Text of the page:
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Realtors Use Drone For Aerial Shots Of D.C. Neighborhood, Violating FAA Rule

Brookland, in Northeast D.C., as seen from a drone.
Klar and Abbott Real Estate Group
Brookland, in Northeast D.C., as seen from a drone.

Update, May 12: The blog post and footage from the drone have been deleted.

If you want to sell real estate in D.C., good photography helps. How about dramatic aerial shots of the neighborhood you're marketing?

That was the thinking of two local realtors, who on Monday posted drone footage of the Northeast neighborhood of Brookland. "We we were brainstorming ways to make our Brookland videos even more reflective of the awesomeness that is Brookland and came up with... Drones!", said Shemaya Klar and Jake Abbott of the Abbott Klar Real Estate Group in the posting.

Much as the footage provided beautiful views of the neighborhood, there's one problem: It was illegal. Since 2009, the Federal Aviation Administration has prohibited the use of drones in a 10-nautical mile area around Reagan National Airport, a policy they have stressed in personal phone calls to locals who have taken drones to the city's skies.

The existing policy is the reason that Amazon's promise of delivery-by-drone may never come to pass in D.C., and has provoked ongoing uncertainty for local drone hobbyists. That's not to say that some don't just ignore the law, though: Last week, dramatic drone footage of D.C. made the rounds, though public access to the video was quickly limited by its creators.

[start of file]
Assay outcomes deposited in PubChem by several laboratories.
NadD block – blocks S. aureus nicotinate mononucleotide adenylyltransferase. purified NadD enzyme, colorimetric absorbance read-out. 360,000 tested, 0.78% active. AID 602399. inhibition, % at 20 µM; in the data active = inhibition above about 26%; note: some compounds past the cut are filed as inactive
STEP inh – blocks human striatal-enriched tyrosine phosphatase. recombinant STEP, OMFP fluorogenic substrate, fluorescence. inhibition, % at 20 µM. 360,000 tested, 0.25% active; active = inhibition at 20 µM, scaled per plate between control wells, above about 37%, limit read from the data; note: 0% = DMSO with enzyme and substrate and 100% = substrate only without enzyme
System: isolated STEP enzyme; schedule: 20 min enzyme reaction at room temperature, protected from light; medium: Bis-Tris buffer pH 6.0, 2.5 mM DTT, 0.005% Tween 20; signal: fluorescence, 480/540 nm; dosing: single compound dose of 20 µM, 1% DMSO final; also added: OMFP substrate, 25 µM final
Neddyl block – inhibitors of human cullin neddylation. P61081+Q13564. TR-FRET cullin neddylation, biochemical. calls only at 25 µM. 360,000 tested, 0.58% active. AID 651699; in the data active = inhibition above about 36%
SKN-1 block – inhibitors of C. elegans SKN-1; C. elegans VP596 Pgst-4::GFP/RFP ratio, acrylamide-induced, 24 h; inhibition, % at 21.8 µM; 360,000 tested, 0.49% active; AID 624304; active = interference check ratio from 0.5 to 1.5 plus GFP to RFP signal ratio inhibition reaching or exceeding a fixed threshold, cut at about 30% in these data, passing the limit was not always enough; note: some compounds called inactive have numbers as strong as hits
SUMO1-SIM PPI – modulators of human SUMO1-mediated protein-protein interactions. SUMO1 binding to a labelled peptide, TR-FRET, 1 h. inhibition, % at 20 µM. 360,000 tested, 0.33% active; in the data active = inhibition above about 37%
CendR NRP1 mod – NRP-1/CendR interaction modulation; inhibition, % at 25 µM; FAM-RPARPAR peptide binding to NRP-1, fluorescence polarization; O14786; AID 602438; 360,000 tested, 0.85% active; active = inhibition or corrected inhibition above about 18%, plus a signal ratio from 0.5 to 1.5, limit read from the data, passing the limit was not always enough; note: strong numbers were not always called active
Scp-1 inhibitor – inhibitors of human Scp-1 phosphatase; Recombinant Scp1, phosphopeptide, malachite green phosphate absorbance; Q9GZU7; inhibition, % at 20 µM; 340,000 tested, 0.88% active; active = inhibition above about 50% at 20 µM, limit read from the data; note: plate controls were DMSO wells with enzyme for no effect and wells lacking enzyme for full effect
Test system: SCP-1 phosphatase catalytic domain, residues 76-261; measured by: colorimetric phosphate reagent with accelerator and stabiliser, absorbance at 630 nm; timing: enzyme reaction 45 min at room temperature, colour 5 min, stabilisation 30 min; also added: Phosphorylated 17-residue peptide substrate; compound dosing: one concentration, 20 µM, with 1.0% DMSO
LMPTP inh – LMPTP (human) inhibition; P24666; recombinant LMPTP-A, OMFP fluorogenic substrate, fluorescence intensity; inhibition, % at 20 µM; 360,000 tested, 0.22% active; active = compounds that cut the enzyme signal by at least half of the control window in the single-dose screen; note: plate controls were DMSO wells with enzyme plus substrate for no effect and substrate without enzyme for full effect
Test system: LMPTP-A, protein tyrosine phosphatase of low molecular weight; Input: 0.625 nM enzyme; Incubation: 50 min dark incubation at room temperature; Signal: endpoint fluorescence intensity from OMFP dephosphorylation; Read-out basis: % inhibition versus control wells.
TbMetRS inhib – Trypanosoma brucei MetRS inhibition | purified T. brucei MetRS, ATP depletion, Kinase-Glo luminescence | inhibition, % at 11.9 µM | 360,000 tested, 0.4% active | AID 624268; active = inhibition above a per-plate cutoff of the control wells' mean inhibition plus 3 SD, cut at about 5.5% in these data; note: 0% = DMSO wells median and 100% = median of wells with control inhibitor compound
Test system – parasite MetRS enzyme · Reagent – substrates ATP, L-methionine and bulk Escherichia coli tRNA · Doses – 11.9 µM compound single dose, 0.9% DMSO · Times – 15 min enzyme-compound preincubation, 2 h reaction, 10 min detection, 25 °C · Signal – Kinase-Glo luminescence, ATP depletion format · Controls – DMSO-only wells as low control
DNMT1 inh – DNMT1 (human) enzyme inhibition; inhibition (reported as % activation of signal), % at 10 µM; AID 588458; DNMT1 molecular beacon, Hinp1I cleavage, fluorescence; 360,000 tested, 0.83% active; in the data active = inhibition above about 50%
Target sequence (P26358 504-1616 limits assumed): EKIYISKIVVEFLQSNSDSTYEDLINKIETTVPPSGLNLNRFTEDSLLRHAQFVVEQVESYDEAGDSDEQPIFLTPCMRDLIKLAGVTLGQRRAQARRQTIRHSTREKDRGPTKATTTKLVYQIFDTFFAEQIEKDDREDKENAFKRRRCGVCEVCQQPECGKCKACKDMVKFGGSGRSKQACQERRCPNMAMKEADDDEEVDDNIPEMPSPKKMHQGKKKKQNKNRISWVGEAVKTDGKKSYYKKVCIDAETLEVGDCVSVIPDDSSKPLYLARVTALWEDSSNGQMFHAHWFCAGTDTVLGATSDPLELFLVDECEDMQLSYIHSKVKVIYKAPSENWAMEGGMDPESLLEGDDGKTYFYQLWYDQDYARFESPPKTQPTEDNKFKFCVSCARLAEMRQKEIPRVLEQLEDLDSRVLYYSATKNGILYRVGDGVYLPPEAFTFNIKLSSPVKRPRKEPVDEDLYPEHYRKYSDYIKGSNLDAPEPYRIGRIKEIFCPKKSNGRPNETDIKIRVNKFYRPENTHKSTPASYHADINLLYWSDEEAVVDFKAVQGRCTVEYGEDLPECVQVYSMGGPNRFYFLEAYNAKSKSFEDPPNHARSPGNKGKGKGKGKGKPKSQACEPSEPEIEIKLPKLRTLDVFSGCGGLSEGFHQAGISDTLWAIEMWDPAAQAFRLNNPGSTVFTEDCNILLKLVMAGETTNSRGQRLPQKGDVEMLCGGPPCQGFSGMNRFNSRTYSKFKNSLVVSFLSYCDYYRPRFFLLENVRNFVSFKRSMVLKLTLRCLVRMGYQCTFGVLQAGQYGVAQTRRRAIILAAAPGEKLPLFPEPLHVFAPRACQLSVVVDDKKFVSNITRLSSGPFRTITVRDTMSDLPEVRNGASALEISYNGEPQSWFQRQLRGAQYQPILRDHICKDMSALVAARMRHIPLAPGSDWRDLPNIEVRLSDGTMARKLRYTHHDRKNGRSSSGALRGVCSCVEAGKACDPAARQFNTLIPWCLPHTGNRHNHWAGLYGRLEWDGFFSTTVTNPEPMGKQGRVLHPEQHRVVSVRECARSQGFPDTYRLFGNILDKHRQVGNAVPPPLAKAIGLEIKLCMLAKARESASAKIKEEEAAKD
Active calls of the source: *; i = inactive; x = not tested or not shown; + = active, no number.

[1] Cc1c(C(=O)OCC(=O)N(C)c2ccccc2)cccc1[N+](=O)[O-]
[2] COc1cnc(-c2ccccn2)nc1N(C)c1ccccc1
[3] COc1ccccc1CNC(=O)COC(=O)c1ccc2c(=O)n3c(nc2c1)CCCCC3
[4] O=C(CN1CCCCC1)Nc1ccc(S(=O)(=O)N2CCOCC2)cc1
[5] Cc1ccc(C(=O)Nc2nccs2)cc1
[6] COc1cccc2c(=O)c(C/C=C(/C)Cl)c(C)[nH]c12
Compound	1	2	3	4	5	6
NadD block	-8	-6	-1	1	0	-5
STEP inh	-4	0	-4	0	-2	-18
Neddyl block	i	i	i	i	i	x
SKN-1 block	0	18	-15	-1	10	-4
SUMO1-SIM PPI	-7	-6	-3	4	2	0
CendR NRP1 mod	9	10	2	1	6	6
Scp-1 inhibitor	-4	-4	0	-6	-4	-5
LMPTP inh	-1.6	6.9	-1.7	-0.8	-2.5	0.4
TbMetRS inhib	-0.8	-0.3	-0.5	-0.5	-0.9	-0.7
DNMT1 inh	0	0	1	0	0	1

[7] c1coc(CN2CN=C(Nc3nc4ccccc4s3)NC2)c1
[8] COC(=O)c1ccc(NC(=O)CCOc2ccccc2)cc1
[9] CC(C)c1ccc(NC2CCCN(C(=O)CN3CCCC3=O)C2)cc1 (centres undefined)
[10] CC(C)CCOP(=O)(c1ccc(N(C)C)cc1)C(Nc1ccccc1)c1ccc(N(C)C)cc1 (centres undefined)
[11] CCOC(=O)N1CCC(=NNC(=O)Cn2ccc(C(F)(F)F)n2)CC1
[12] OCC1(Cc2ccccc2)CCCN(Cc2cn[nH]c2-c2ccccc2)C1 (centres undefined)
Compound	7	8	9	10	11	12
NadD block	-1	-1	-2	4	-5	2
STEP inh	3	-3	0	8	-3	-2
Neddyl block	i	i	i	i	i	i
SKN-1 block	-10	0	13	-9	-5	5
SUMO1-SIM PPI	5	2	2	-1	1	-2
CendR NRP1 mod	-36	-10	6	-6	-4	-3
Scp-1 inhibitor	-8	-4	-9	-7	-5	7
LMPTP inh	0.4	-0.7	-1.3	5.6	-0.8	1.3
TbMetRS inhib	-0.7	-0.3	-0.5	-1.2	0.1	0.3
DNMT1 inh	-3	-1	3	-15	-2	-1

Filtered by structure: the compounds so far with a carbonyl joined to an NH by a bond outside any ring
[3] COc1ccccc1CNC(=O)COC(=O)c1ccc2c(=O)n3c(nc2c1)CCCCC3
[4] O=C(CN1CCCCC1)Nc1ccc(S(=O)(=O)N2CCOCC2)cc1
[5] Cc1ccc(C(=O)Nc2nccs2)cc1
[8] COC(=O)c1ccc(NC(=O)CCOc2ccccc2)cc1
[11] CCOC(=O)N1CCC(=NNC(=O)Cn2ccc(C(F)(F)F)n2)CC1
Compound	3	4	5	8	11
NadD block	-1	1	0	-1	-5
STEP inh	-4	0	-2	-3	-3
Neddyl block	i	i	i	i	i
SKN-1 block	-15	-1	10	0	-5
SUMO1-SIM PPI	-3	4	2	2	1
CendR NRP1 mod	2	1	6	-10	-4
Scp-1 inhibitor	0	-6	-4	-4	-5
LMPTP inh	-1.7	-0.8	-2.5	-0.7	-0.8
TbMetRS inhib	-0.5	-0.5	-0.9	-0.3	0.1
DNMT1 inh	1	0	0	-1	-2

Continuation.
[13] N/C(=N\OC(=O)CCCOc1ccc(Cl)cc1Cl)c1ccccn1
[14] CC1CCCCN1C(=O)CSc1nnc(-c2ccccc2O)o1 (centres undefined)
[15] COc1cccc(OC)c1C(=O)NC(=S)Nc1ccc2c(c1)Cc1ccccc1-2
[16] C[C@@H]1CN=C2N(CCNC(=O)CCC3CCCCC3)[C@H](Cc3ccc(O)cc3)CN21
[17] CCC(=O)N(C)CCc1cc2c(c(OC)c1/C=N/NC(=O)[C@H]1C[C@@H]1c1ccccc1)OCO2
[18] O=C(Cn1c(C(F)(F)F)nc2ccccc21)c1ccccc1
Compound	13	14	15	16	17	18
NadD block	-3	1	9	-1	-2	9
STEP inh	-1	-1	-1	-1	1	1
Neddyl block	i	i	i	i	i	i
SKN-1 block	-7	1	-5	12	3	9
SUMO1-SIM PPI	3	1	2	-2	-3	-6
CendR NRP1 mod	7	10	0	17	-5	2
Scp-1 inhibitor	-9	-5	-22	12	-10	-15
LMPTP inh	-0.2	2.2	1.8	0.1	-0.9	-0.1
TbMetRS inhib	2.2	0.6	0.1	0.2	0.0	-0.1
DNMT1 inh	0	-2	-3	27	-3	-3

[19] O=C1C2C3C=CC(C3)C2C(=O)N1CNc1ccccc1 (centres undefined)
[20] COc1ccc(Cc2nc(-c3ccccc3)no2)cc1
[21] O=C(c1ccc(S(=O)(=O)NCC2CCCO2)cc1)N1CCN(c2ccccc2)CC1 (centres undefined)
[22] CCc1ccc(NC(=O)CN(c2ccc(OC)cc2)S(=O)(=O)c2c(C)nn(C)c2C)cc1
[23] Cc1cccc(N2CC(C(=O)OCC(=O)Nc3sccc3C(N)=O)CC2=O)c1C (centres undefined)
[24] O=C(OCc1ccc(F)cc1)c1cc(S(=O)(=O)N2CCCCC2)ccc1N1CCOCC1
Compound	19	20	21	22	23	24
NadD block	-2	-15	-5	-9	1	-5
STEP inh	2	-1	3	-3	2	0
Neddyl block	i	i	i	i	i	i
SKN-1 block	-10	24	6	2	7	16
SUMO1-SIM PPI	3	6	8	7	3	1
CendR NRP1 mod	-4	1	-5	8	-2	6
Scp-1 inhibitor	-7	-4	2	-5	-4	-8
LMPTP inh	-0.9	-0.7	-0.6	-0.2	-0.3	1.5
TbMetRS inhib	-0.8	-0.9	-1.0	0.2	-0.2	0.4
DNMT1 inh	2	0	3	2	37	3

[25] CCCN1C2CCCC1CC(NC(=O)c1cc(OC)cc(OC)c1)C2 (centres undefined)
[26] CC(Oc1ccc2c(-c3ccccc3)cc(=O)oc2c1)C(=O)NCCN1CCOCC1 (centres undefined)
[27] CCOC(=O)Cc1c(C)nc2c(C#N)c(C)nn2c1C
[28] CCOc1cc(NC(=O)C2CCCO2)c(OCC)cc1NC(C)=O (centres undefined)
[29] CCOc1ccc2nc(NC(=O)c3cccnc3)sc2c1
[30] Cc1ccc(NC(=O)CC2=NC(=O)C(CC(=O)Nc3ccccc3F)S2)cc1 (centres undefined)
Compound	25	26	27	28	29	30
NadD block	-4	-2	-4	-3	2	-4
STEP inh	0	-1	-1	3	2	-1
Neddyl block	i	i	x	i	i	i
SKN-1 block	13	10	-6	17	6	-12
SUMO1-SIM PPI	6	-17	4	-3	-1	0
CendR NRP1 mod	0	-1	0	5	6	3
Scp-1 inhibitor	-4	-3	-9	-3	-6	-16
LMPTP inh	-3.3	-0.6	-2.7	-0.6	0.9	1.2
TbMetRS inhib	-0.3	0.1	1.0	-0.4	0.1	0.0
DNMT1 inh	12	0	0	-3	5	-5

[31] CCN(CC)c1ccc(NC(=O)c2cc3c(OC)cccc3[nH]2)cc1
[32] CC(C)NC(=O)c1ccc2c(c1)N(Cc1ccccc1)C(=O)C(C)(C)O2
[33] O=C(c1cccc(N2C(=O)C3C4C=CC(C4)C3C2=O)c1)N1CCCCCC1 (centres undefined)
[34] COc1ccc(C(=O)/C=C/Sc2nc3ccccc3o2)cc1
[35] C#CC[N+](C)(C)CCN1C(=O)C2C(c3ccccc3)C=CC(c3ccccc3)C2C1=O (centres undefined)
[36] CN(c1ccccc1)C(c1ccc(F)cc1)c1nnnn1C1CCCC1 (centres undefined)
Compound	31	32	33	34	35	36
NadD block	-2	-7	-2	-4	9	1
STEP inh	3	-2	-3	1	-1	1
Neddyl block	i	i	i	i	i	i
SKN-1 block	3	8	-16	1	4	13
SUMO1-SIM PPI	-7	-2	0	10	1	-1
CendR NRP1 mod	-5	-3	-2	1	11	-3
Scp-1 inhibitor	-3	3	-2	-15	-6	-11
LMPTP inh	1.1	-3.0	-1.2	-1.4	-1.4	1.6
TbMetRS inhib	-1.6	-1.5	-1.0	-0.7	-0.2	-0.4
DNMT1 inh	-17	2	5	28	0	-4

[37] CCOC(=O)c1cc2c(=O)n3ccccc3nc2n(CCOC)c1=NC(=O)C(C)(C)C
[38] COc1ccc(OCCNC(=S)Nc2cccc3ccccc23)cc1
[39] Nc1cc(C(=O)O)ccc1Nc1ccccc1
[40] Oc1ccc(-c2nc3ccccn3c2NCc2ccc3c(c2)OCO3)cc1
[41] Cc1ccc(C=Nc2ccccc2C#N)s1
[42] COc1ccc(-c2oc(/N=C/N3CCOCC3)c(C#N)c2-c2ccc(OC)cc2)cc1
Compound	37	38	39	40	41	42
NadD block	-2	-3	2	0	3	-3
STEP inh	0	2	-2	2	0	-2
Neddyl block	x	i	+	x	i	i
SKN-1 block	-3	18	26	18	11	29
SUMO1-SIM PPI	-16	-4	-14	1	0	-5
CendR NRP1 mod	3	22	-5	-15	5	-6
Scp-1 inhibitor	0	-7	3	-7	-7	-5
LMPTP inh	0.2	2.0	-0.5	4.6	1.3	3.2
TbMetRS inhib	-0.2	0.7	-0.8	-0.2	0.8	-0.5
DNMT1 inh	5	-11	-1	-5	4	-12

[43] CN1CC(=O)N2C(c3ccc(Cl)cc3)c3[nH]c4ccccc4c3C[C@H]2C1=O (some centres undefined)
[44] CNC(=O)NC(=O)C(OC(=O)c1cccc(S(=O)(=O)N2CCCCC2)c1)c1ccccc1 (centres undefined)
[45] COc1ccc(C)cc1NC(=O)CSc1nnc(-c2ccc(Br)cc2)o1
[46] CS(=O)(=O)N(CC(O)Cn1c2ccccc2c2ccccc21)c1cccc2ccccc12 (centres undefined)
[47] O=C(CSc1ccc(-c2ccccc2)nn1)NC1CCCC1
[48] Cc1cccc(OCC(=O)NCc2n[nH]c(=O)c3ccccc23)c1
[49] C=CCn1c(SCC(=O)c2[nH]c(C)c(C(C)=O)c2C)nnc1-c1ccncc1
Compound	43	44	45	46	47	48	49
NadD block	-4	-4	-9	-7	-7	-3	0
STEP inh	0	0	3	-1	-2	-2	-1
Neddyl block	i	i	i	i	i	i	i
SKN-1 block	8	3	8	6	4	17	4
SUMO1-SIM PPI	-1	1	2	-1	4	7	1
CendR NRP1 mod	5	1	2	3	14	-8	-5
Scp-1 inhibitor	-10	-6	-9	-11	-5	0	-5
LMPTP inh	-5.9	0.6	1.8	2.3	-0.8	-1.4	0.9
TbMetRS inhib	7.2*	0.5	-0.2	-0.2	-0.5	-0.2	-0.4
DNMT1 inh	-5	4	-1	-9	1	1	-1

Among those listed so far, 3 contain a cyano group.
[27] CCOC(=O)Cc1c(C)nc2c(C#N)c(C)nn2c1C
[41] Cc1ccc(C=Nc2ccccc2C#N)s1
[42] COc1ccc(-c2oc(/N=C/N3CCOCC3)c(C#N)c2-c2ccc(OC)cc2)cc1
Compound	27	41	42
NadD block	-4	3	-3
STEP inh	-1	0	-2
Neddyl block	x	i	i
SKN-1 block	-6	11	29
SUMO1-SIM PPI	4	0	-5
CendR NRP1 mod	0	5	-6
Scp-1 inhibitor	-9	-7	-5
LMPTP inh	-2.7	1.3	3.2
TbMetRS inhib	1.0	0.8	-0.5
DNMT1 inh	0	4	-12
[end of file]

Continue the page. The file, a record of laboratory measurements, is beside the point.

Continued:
In an email, Klar said that the duo would wait for clarity from the FAA before any more flights. (He did not receive a call from the FAA, he said.) He did criticize the D.C.-only restrictions, though.

"From what we have learned over the last day or so it seems that D.C. is singled out for more stringent rules by the FAA — and why?  This is one more example where the rights of the citizens of the District of Columbia are unequal to the rest of the country," he said. "These random FAA rules wouldn't fly — pun intended — in the rest of the country."

The rules may eventually change, though it's unclear if they will be loosened in D.C.

Congress has ordered the FAA to draw up rules regulating the use of drones for civilian purposes, and yesterday FAA Administrator Michael Huerta spoke to NPR about some of challenges in regulating the what, where and when of commercial drones. In April, the FAA picked six sites across the country for commercial drone tests. (Virginia Tech is one of them.)

The media is also jumping into the fray. Yesterday more than a dozen outlets said that a ban on drone use violates the First Amendment. Their opinion came in relation to a case involving a $10,000 fine levied by the FAA on a man who in October 2011 used a drone for commercial purposes near the University of Virginia.

Despite the pressures on the FAA, D.C. may never be fully open to drones. The city's airspace is strictly controlled, and federal officials could point to the two national parks that yesterday banned the use of drones as an example of how the unmanned aerial vehicles should be limited in certain areas.

If D.C. remains off-limits, Klar and Abbott could consider a lawsuit: On Tuesday, powerhouse law firm Holland & Knight opened a drone practice.

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